Fantasy 101: The Art of the Deal
Nobody fancies himself a plaything of destiny. A small, powerless kite twisting in the winds of fate. We all like to feel like we have control over our future — to believe that no matter what cards we are dealt, we can manufacture a winning hand. This is as true in life as it is in fantasy baseball, and when it comes to the latter, nothing wields the power to flip fortune on its head quite like a trade.
Trades are one of the more exciting aspects of fantasy baseball in that they provide owners with the opportunity to drastically alter the composition of their teams. In the blink of an eye, roster weaknesses can be patched up. Strengths can be fortified. Positional logjams can be cleared. For those unhappy with the makeup of their teams (or those of us who just really, really, really want to own lovable man-child Willians Astudillo), trades provide an opportunity for immediate improvement.
Now, completing a trade may seem simple in theory. But in reality, a lot of work goes into it, and there are many things to keep in mind when sending out or fielding offers. Here we’ll cover some of the central tenets of trading and share a couple of general but important tips.
Assess Your Surpluses and Needs
No trade occurs in a vacuum — they’re too dark and dusty inside to get anything accomplished. Dad jokes aside, trading Edwin Encarnacion for Trea Turner might seem like a no-brainer on paper. But if your team is projected to lead the pack in stolen bases and is lagging behind in homers, this swap could actually do you more harm than good.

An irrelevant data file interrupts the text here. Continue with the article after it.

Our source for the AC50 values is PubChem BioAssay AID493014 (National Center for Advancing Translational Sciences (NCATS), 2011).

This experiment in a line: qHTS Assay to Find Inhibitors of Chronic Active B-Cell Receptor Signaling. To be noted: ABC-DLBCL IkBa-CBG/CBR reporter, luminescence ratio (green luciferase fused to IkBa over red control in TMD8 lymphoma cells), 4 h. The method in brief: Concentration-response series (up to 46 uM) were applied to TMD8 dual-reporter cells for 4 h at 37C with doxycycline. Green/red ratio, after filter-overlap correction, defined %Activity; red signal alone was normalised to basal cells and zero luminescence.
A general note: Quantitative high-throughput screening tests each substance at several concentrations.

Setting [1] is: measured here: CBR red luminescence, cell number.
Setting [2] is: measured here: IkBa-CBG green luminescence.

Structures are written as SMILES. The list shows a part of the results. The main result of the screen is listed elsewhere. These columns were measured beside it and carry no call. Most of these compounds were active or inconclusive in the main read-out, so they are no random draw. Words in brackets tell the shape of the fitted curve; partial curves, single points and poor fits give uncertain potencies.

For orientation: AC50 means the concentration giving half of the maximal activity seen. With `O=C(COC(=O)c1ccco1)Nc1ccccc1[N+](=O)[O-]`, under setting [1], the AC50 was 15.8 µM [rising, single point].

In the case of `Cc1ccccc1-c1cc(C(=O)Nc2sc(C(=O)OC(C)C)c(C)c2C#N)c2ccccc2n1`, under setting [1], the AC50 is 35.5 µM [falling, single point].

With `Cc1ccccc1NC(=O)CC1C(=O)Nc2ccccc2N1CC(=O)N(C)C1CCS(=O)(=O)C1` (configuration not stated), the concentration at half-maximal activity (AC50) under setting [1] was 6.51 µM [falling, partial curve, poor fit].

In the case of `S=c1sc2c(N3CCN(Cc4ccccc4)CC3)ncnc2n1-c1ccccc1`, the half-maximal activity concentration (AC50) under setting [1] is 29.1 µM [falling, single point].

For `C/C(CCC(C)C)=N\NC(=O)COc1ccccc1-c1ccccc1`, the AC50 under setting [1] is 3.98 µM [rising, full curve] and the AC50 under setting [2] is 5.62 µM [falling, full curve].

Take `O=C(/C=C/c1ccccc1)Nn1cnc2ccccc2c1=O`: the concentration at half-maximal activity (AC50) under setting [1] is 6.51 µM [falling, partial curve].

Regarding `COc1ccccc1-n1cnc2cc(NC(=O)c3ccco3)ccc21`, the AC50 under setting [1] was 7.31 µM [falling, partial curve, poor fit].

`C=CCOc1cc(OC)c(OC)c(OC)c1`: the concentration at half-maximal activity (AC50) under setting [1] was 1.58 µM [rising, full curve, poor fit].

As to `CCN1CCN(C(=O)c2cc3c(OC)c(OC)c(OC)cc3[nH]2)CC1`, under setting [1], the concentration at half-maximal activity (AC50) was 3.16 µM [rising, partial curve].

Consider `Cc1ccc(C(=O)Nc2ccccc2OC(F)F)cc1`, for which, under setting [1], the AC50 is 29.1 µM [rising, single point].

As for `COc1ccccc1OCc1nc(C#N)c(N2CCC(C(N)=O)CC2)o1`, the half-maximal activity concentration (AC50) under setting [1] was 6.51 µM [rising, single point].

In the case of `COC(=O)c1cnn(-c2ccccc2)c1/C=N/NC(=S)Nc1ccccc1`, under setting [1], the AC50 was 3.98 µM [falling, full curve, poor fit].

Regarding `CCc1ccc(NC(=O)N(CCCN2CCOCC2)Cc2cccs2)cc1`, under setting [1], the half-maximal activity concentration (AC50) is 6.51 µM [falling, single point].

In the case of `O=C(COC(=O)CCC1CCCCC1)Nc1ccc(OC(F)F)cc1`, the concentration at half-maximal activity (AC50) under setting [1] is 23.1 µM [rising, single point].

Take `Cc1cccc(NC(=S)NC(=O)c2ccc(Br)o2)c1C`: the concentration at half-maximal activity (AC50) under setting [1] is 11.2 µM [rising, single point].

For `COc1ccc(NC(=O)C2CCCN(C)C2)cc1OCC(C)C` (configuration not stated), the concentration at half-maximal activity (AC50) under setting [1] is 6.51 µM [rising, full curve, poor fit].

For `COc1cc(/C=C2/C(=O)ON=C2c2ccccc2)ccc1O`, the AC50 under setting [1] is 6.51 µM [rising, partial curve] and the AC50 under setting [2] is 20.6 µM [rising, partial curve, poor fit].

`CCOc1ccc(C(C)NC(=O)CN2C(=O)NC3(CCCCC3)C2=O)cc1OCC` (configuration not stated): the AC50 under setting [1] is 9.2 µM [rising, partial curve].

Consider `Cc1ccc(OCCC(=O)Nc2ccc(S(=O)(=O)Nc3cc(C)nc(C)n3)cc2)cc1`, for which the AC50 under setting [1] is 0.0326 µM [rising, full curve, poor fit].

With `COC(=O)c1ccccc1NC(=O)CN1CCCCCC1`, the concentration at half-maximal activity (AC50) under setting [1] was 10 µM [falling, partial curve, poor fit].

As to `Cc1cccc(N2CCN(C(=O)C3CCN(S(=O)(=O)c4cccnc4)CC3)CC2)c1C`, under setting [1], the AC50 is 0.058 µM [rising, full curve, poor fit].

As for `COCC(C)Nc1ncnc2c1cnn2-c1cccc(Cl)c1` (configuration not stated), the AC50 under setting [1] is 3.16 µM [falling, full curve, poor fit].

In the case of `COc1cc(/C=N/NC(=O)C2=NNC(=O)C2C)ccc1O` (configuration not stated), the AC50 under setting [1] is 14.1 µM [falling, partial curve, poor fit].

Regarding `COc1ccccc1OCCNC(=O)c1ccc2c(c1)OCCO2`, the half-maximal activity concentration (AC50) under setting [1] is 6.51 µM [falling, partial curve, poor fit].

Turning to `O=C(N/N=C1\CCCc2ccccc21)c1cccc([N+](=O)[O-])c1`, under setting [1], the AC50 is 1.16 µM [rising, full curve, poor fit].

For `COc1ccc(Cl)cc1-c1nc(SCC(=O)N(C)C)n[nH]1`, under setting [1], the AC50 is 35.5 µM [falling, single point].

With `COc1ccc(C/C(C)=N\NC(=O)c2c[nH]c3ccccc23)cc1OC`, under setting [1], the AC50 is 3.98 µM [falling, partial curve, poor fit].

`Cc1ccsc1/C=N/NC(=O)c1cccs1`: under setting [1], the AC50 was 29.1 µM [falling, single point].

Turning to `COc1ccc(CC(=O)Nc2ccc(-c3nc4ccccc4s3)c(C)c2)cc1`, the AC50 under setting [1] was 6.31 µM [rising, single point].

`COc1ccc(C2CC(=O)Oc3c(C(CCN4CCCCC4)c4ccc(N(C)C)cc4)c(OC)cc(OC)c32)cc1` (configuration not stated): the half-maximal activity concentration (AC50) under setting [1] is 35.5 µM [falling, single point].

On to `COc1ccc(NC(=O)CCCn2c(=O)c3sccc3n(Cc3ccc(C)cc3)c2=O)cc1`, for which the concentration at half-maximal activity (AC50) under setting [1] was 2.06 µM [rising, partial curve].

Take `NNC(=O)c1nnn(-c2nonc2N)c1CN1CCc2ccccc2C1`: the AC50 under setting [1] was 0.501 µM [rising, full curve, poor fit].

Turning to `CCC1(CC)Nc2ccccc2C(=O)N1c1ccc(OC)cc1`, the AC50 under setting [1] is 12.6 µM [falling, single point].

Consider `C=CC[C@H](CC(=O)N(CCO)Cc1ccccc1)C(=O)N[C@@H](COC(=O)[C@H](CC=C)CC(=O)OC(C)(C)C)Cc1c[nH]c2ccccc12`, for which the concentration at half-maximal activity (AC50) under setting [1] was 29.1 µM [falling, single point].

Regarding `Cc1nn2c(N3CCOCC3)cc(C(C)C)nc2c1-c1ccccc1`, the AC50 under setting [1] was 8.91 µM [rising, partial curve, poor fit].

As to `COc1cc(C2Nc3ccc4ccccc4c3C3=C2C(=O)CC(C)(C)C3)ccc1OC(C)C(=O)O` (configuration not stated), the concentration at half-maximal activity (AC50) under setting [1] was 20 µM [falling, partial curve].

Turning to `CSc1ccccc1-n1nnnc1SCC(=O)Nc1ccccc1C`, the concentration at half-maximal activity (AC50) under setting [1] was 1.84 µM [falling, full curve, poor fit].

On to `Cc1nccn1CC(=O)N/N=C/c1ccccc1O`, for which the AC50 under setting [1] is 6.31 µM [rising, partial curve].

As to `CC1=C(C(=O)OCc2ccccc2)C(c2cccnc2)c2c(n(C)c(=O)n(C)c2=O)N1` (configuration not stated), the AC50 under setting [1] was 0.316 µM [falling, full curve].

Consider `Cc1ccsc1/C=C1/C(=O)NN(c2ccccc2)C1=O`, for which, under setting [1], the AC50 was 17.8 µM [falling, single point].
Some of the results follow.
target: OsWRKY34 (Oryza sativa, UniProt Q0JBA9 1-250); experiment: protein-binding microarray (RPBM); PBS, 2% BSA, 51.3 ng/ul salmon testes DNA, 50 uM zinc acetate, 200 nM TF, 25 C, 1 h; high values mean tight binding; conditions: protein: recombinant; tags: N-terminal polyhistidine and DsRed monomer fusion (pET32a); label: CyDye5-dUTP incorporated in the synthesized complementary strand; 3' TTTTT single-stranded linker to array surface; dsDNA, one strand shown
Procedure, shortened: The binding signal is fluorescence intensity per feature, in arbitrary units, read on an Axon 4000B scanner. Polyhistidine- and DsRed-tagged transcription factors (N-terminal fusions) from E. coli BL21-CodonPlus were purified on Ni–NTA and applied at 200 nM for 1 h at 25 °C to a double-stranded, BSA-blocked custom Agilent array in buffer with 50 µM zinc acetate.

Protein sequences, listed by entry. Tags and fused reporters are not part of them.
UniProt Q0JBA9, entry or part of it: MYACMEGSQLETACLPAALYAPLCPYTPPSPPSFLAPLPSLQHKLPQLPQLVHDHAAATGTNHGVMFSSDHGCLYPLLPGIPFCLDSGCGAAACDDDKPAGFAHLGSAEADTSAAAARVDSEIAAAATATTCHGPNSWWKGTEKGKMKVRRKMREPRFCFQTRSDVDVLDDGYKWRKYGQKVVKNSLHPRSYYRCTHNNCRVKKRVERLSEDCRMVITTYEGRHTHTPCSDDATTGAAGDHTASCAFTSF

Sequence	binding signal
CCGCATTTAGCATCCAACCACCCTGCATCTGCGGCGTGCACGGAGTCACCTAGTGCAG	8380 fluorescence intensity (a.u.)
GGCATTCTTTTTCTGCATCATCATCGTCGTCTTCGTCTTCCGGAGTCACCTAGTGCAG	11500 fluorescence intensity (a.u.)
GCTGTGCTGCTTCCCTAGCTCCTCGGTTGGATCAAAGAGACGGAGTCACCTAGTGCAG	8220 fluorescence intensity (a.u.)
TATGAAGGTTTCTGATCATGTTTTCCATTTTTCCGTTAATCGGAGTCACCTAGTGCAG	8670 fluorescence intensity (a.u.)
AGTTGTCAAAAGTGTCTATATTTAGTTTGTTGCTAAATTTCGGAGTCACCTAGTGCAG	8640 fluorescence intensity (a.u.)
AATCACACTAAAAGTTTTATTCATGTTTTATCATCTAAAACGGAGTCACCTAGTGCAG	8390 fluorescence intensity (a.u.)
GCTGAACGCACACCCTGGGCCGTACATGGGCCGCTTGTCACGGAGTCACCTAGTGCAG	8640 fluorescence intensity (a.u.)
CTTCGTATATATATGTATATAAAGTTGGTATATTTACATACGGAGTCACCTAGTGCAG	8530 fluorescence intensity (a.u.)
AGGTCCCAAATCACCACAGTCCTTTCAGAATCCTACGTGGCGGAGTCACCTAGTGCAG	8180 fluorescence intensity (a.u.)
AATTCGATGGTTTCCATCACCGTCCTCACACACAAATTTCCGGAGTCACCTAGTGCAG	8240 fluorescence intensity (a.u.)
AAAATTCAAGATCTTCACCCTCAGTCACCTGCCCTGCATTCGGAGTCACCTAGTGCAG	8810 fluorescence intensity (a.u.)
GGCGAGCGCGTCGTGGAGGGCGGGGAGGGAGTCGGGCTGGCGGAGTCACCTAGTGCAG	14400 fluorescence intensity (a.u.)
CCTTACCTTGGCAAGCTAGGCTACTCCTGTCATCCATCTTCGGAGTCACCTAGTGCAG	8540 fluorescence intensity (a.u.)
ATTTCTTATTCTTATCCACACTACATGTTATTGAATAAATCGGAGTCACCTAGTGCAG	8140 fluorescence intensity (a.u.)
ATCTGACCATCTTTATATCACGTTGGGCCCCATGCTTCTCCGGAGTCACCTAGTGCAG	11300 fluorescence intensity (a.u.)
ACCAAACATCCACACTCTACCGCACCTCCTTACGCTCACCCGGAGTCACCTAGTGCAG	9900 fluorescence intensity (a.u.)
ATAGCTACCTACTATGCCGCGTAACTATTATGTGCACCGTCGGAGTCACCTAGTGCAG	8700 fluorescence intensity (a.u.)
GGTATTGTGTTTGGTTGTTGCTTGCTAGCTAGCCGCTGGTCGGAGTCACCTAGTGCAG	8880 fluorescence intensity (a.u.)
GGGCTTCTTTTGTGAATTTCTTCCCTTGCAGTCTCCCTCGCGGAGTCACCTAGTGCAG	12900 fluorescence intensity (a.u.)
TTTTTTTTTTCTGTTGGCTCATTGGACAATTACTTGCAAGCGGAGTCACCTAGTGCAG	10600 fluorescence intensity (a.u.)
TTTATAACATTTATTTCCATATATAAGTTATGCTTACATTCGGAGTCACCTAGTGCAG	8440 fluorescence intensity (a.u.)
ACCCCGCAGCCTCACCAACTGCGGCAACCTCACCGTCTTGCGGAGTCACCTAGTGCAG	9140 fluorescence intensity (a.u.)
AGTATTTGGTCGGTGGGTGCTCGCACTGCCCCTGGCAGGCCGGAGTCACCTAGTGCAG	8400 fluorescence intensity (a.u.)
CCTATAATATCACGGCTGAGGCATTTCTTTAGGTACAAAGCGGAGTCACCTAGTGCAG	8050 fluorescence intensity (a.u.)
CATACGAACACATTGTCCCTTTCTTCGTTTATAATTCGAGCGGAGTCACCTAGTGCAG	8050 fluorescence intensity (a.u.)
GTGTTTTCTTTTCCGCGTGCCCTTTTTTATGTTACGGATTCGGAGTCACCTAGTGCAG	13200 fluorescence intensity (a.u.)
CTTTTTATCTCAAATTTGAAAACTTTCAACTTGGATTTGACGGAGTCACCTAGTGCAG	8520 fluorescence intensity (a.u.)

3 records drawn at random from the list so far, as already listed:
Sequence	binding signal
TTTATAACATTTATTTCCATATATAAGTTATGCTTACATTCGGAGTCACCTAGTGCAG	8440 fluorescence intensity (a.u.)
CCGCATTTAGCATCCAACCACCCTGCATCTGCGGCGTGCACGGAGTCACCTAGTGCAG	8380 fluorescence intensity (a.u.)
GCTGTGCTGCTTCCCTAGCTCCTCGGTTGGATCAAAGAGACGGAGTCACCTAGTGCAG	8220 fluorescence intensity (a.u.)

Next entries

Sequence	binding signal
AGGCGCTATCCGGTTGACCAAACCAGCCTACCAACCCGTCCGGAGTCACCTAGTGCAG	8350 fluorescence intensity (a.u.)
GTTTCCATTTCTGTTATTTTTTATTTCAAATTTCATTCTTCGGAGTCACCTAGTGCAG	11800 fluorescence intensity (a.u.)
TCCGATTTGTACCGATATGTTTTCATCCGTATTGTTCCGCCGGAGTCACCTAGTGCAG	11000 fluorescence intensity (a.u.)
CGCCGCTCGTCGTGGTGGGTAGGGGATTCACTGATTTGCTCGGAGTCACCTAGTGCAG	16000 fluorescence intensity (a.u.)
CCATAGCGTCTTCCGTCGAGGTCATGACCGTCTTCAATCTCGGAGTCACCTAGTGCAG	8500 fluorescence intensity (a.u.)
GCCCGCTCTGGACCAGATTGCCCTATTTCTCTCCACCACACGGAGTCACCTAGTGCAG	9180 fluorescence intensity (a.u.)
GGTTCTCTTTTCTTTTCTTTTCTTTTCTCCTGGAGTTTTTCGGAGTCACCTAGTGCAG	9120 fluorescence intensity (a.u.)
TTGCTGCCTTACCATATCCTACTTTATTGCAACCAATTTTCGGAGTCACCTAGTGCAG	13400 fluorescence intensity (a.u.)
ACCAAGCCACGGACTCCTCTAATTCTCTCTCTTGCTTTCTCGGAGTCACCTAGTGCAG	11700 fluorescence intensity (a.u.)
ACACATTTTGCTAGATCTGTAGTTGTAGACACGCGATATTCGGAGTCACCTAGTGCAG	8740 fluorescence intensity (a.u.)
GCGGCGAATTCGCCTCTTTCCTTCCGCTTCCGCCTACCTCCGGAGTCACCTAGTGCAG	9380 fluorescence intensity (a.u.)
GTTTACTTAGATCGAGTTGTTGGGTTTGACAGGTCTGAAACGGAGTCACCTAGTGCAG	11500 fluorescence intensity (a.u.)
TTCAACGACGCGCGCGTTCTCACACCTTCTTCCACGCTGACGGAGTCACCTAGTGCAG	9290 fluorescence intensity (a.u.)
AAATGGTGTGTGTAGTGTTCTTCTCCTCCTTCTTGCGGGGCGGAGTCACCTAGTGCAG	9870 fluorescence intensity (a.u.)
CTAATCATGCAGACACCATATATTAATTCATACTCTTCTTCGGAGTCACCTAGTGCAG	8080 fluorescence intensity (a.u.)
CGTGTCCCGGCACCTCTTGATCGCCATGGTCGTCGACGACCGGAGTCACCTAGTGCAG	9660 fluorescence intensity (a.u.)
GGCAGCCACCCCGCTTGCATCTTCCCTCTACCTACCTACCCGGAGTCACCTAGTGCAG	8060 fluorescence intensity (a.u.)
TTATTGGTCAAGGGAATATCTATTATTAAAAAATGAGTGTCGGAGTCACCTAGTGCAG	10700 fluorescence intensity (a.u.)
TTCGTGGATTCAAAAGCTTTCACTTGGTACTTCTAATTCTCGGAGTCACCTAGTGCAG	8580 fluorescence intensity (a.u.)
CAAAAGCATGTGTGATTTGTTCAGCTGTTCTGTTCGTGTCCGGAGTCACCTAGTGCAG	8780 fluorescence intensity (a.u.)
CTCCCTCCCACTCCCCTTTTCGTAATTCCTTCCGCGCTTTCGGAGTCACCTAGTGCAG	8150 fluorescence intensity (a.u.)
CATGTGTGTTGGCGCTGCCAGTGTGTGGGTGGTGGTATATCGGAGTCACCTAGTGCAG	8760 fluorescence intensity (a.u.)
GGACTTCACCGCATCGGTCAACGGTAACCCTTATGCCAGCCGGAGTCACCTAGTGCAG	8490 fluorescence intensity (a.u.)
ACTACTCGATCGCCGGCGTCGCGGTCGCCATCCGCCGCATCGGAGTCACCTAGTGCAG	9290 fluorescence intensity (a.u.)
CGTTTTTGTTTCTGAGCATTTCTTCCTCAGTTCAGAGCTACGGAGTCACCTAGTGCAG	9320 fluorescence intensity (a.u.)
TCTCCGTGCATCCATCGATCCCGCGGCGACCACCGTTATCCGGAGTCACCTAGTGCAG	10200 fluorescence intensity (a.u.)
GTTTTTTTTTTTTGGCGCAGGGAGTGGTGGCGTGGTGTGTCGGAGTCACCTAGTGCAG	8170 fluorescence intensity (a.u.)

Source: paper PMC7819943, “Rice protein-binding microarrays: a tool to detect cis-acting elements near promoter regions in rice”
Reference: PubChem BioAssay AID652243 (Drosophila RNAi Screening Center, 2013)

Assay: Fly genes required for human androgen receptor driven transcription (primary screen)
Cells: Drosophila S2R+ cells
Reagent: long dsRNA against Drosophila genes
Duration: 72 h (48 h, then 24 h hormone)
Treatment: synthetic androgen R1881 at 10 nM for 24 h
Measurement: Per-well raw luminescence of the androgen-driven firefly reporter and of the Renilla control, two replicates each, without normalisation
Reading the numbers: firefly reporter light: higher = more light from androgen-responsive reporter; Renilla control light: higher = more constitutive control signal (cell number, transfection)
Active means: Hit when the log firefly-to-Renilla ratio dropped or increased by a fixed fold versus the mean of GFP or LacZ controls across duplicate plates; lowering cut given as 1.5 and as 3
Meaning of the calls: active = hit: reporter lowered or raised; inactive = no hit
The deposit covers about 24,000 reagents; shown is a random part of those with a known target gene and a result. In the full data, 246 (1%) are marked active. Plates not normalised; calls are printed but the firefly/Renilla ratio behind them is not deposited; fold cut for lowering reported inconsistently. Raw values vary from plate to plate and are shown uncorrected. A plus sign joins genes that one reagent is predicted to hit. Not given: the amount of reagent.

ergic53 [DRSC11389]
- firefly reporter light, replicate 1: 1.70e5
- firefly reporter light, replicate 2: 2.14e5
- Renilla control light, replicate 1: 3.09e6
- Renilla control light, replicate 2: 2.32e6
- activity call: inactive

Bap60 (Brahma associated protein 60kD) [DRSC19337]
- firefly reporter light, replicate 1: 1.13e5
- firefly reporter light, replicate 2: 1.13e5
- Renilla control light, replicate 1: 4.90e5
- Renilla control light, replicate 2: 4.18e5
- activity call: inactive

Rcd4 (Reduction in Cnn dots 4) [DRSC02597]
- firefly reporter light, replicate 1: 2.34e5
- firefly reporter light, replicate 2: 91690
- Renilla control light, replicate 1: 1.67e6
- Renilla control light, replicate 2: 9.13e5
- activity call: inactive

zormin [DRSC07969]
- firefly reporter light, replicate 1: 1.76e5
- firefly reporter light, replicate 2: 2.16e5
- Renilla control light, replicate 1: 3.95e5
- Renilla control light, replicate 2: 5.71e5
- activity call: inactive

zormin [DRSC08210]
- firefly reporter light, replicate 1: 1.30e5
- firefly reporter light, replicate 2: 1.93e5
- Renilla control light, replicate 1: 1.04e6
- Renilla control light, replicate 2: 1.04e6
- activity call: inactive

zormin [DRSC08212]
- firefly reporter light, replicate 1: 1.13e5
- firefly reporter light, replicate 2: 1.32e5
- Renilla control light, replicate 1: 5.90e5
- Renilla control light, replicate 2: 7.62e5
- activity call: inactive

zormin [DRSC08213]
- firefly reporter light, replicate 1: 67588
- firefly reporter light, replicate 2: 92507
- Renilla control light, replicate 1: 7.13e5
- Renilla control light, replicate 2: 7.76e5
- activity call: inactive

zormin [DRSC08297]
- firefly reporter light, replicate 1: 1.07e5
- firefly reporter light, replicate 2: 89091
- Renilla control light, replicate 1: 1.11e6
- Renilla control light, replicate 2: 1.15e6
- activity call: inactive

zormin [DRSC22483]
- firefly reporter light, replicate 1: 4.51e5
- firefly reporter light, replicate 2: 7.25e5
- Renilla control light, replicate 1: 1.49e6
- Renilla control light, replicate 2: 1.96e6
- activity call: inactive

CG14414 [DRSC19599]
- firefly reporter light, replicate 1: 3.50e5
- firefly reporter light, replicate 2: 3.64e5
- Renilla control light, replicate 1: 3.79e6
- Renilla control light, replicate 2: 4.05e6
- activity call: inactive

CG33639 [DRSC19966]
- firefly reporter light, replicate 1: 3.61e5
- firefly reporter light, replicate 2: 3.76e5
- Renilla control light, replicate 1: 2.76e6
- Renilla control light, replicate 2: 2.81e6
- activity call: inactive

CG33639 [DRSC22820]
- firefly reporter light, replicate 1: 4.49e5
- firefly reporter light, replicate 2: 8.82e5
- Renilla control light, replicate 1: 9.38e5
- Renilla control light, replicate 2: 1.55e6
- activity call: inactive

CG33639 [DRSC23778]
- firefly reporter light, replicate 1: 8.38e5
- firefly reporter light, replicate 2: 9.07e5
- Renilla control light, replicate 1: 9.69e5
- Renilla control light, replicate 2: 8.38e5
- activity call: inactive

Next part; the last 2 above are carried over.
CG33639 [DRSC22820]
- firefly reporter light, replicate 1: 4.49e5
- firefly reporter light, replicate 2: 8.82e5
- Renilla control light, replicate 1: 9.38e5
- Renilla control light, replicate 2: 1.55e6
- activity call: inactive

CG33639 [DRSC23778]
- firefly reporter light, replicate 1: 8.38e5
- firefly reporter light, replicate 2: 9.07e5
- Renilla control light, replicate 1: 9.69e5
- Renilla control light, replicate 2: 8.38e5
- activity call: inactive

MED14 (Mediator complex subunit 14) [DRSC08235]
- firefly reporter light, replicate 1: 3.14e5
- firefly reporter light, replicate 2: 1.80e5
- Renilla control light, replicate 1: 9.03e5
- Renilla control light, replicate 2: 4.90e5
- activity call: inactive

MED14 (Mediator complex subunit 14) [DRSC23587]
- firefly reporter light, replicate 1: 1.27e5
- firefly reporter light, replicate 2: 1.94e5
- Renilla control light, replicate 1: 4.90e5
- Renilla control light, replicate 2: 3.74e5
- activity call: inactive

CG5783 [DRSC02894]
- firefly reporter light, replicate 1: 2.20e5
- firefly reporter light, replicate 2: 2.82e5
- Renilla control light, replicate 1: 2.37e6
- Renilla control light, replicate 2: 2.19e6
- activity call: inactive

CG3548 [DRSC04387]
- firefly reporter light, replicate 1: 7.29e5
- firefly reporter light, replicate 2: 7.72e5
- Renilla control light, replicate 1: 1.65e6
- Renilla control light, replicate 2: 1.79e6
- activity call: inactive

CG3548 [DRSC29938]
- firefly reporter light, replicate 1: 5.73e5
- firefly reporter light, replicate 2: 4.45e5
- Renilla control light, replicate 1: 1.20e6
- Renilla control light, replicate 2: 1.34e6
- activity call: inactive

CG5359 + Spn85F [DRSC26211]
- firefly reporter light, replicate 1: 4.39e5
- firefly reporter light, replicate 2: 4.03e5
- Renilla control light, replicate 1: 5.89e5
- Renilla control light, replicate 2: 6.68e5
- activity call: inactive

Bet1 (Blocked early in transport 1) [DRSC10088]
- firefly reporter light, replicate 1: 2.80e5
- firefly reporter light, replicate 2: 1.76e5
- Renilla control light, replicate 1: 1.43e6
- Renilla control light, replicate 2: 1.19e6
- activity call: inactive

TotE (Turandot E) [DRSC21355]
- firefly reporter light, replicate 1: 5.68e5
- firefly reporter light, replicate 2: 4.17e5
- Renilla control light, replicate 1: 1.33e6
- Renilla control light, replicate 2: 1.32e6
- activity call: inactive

The whole point of trading is to improve your team, and doing that requires an honest assessment of your strengths and weaknesses. This can require a good amount of research and legwork. Fortunately, modern technology has blessed us with an army of robot slaves that do all our menial tasks for us. If you feel like paying for the luxury of it, there is draft software out there that can analyze your team and your league to help you determine where your roster needs the most help. FantasyPros and RotoLab both offer draft/roster analysis software for a nominal fee, and there are other options out there as well if you want to poke around.
Truth be told though, not all of us have the disposable income required to make it rain on every shiny piece of analytic software that walks our way. If you’re a scrappy, bootstrapping, old-fashioned American like me (read: broke), you still have options for roster analysis. Namely, spreadsheets.
Simply plug your players’ rest-of-season projections into a spreadsheet and tally up your team’s expected production in each category. Then compare the results with a reliable benchmark. Chris Towers over at CBS actually released a great article with rotisserie hitting category benchmarks last year, and hopefully a 2019 update is in the cards. Otherwise I recommend looking at the leagues you played in the year prior to get an idea of how much production you’ll need in each category.
So for example, if the team that won home runs in your league last year hit 235 dingers, you’ll know that you’ll likely need close to that many homers by season’s end to compete in the category. If your roster is only projected for 180 homers, you’ll know to make adding a power bat a priority in any trade offers.
It’s obviously not an exact science, but it does the trick. And just like unsolicited life advice from your dad, it’s free.
Assess Other Owners’ Surpluses and Needs to Find a Match
Knowing what players you need to add in a trade in order to improve is only half the battle. It takes two to tango, after all. Once you’ve nailed down which categories in which you need to improve, you should make a shortlist of the players you want to target to fill those needs. Then you should study the rosters of the owners who have those players.